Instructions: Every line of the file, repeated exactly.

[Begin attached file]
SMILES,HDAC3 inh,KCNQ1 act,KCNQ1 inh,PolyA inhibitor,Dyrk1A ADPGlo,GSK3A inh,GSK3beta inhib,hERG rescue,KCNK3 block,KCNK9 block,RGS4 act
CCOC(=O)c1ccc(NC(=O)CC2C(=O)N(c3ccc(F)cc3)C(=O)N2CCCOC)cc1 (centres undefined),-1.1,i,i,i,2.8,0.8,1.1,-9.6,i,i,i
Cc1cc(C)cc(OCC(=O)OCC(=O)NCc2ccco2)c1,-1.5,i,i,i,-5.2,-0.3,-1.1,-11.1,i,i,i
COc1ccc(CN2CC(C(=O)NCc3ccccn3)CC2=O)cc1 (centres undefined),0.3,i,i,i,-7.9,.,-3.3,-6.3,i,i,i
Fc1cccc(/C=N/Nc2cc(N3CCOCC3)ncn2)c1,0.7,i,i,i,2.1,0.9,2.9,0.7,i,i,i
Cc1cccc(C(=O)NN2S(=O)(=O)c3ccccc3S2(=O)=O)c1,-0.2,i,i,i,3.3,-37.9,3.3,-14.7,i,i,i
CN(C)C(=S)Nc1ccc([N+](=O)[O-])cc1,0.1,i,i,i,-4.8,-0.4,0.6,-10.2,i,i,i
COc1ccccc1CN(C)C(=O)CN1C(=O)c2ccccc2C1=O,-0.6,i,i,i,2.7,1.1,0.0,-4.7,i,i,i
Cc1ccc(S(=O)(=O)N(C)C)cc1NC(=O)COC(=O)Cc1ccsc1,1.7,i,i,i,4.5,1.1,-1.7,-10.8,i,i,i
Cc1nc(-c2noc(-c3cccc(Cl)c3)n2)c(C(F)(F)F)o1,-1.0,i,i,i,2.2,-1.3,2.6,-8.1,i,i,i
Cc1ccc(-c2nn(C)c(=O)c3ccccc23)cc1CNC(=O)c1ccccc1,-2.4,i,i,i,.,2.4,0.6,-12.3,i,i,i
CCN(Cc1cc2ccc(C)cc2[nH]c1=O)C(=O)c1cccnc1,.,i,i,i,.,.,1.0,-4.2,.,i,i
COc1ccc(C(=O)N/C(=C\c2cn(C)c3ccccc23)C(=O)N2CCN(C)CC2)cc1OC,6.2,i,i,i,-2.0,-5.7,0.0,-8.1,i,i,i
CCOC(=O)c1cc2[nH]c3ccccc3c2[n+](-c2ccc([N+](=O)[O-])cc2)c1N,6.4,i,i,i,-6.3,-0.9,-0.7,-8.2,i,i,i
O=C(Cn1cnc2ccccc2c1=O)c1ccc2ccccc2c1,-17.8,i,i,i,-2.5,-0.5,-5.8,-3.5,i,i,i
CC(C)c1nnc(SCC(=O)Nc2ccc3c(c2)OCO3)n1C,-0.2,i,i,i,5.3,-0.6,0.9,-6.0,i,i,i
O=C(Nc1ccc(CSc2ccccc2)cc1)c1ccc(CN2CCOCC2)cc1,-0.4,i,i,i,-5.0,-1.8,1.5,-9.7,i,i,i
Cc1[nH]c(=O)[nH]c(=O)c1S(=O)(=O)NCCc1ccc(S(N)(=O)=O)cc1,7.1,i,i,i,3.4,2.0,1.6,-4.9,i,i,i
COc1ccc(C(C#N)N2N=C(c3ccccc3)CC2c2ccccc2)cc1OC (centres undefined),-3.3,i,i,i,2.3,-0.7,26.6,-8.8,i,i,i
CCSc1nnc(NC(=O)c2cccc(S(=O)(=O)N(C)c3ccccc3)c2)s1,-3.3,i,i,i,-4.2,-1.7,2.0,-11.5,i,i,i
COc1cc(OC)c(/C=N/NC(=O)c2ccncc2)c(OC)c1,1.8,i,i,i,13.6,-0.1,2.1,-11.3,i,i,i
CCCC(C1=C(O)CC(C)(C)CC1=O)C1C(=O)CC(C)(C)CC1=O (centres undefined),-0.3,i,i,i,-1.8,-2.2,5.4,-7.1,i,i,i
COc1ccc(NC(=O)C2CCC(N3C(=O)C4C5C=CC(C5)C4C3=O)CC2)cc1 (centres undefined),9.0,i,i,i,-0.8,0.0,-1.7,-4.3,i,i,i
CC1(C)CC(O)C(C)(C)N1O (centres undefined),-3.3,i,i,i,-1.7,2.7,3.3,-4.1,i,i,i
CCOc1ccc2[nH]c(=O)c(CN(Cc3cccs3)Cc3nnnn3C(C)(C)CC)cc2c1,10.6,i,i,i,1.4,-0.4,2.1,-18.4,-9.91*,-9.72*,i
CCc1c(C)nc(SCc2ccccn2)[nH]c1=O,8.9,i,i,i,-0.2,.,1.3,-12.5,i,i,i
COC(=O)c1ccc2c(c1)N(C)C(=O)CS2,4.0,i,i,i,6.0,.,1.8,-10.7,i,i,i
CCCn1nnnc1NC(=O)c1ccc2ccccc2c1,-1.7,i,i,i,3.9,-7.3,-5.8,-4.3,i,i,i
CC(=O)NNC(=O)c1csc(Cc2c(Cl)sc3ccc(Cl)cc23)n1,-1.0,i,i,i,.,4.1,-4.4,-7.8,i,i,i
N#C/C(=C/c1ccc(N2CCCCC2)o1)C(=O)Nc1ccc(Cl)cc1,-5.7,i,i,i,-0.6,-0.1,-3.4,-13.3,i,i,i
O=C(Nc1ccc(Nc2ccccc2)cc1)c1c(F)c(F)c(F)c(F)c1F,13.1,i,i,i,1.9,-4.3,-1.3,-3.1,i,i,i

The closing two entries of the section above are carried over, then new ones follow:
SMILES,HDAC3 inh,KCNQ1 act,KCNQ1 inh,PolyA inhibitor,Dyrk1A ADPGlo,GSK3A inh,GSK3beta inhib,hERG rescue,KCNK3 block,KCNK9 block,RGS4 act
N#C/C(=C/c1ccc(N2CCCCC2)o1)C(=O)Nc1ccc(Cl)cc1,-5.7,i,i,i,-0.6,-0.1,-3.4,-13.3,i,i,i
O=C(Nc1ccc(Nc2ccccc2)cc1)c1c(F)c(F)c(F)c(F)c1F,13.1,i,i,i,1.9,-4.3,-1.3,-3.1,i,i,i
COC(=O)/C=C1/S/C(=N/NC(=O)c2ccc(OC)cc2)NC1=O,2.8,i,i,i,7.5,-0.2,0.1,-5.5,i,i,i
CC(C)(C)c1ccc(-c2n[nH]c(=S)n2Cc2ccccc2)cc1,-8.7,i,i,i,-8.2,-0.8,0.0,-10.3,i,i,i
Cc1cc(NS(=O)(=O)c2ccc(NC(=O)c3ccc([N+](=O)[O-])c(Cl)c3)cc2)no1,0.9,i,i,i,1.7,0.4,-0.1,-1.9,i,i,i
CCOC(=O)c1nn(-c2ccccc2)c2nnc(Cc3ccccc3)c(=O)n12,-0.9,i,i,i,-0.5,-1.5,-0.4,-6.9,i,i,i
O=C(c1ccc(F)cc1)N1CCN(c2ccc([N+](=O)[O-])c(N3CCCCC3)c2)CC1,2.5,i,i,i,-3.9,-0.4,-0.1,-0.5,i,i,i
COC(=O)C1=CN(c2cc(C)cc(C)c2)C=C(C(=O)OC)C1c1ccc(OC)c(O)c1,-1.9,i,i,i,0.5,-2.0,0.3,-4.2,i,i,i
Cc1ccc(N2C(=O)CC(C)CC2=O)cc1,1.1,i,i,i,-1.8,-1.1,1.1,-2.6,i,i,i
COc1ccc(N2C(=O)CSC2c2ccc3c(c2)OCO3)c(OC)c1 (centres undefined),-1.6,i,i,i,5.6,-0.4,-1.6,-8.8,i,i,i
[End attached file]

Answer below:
SMILES,HDAC3 inh,KCNQ1 act,KCNQ1 inh,PolyA inhibitor,Dyrk1A ADPGlo,GSK3A inh,GSK3beta inhib,hERG rescue,KCNK3 block,KCNK9 block,RGS4 act
CCOC(=O)c1ccc(NC(=O)CC2C(=O)N(c3ccc(F)cc3)C(=O)N2CCCOC)cc1 (centres undefined),-1.1,i,i,i,2.8,0.8,1.1,-9.6,i,i,i
Cc1cc(C)cc(OCC(=O)OCC(=O)NCc2ccco2)c1,-1.5,i,i,i,-5.2,-0.3,-1.1,-11.1,i,i,i
COc1ccc(CN2CC(C(=O)NCc3ccccn3)CC2=O)cc1 (centres undefined),0.3,i,i,i,-7.9,.,-3.3,-6.3,i,i,i
Fc1cccc(/C=N/Nc2cc(N3CCOCC3)ncn2)c1,0.7,i,i,i,2.1,0.9,2.9,0.7,i,i,i
Cc1cccc(C(=O)NN2S(=O)(=O)c3ccccc3S2(=O)=O)c1,-0.2,i,i,i,3.3,-37.9,3.3,-14.7,i,i,i
CN(C)C(=S)Nc1ccc([N+](=O)[O-])cc1,0.1,i,i,i,-4.8,-0.4,0.6,-10.2,i,i,i
COc1ccccc1CN(C)C(=O)CN1C(=O)c2ccccc2C1=O,-0.6,i,i,i,2.7,1.1,0.0,-4.7,i,i,i
Cc1ccc(S(=O)(=O)N(C)C)cc1NC(=O)COC(=O)Cc1ccsc1,1.7,i,i,i,4.5,1.1,-1.7,-10.8,i,i,i
Cc1nc(-c2noc(-c3cccc(Cl)c3)n2)c(C(F)(F)F)o1,-1.0,i,i,i,2.2,-1.3,2.6,-8.1,i,i,i
Cc1ccc(-c2nn(C)c(=O)c3ccccc23)cc1CNC(=O)c1ccccc1,-2.4,i,i,i,.,2.4,0.6,-12.3,i,i,i
CCN(Cc1cc2ccc(C)cc2[nH]c1=O)C(=O)c1cccnc1,.,i,i,i,.,.,1.0,-4.2,.,i,i
COc1ccc(C(=O)N/C(=C\c2cn(C)c3ccccc23)C(=O)N2CCN(C)CC2)cc1OC,6.2,i,i,i,-2.0,-5.7,0.0,-8.1,i,i,i
CCOC(=O)c1cc2[nH]c3ccccc3c2[n+](-c2ccc([N+](=O)[O-])cc2)c1N,6.4,i,i,i,-6.3,-0.9,-0.7,-8.2,i,i,i
O=C(Cn1cnc2ccccc2c1=O)c1ccc2ccccc2c1,-17.8,i,i,i,-2.5,-0.5,-5.8,-3.5,i,i,i
CC(C)c1nnc(SCC(=O)Nc2ccc3c(c2)OCO3)n1C,-0.2,i,i,i,5.3,-0.6,0.9,-6.0,i,i,i
O=C(Nc1ccc(CSc2ccccc2)cc1)c1ccc(CN2CCOCC2)cc1,-0.4,i,i,i,-5.0,-1.8,1.5,-9.7,i,i,i
Cc1[nH]c(=O)[nH]c(=O)c1S(=O)(=O)NCCc1ccc(S(N)(=O)=O)cc1,7.1,i,i,i,3.4,2.0,1.6,-4.9,i,i,i
COc1ccc(C(C#N)N2N=C(c3ccccc3)CC2c2ccccc2)cc1OC (centres undefined),-3.3,i,i,i,2.3,-0.7,26.6,-8.8,i,i,i
CCSc1nnc(NC(=O)c2cccc(S(=O)(=O)N(C)c3ccccc3)c2)s1,-3.3,i,i,i,-4.2,-1.7,2.0,-11.5,i,i,i
COc1cc(OC)c(/C=N/NC(=O)c2ccncc2)c(OC)c1,1.8,i,i,i,13.6,-0.1,2.1,-11.3,i,i,i
CCCC(C1=C(O)CC(C)(C)CC1=O)C1C(=O)CC(C)(C)CC1=O (centres undefined),-0.3,i,i,i,-1.8,-2.2,5.4,-7.1,i,i,i
COc1ccc(NC(=O)C2CCC(N3C(=O)C4C5C=CC(C5)C4C3=O)CC2)cc1 (centres undefined),9.0,i,i,i,-0.8,0.0,-1.7,-4.3,i,i,i
CC1(C)CC(O)C(C)(C)N1O (centres undefined),-3.3,i,i,i,-1.7,2.7,3.3,-4.1,i,i,i
CCOc1ccc2[nH]c(=O)c(CN(Cc3cccs3)Cc3nnnn3C(C)(C)CC)cc2c1,10.6,i,i,i,1.4,-0.4,2.1,-18.4,-9.91*,-9.72*,i
CCc1c(C)nc(SCc2ccccn2)[nH]c1=O,8.9,i,i,i,-0.2,.,1.3,-12.5,i,i,i
COC(=O)c1ccc2c(c1)N(C)C(=O)CS2,4.0,i,i,i,6.0,.,1.8,-10.7,i,i,i
CCCn1nnnc1NC(=O)c1ccc2ccccc2c1,-1.7,i,i,i,3.9,-7.3,-5.8,-4.3,i,i,i
CC(=O)NNC(=O)c1csc(Cc2c(Cl)sc3ccc(Cl)cc23)n1,-1.0,i,i,i,.,4.1,-4.4,-7.8,i,i,i
N#C/C(=C/c1ccc(N2CCCCC2)o1)C(=O)Nc1ccc(Cl)cc1,-5.7,i,i,i,-0.6,-0.1,-3.4,-13.3,i,i,i
O=C(Nc1ccc(Nc2ccccc2)cc1)c1c(F)c(F)c(F)c(F)c1F,13.1,i,i,i,1.9,-4.3,-1.3,-3.1,i,i,i

The closing two entries of the section above are carried over, then new ones follow:
SMILES,HDAC3 inh,KCNQ1 act,KCNQ1 inh,PolyA inhibitor,Dyrk1A ADPGlo,GSK3A inh,GSK3beta inhib,hERG rescue,KCNK3 block,KCNK9 block,RGS4 act
N#C/C(=C/c1ccc(N2CCCCC2)o1)C(=O)Nc1ccc(Cl)cc1,-5.7,i,i,i,-0.6,-0.1,-3.4,-13.3,i,i,i
O=C(Nc1ccc(Nc2ccccc2)cc1)c1c(F)c(F)c(F)c(F)c1F,13.1,i,i,i,1.9,-4.3,-1.3,-3.1,i,i,i
COC(=O)/C=C1/S/C(=N/NC(=O)c2ccc(OC)cc2)NC1=O,2.8,i,i,i,7.5,-0.2,0.1,-5.5,i,i,i
CC(C)(C)c1ccc(-c2n[nH]c(=S)n2Cc2ccccc2)cc1,-8.7,i,i,i,-8.2,-0.8,0.0,-10.3,i,i,i
Cc1cc(NS(=O)(=O)c2ccc(NC(=O)c3ccc([N+](=O)[O-])c(Cl)c3)cc2)no1,0.9,i,i,i,1.7,0.4,-0.1,-1.9,i,i,i
CCOC(=O)c1nn(-c2ccccc2)c2nnc(Cc3ccccc3)c(=O)n12,-0.9,i,i,i,-0.5,-1.5,-0.4,-6.9,i,i,i
O=C(c1ccc(F)cc1)N1CCN(c2ccc([N+](=O)[O-])c(N3CCCCC3)c2)CC1,2.5,i,i,i,-3.9,-0.4,-0.1,-0.5,i,i,i
COC(=O)C1=CN(c2cc(C)cc(C)c2)C=C(C(=O)OC)C1c1ccc(OC)c(O)c1,-1.9,i,i,i,0.5,-2.0,0.3,-4.2,i,i,i
Cc1ccc(N2C(=O)CC(C)CC2=O)cc1,1.1,i,i,i,-1.8,-1.1,1.1,-2.6,i,i,i
COc1ccc(N2C(=O)CSC2c2ccc3c(c2)OCO3)c(OC)c1 (centres undefined),-1.6,i,i,i,5.6,-0.4,-1.6,-8.8,i,i,i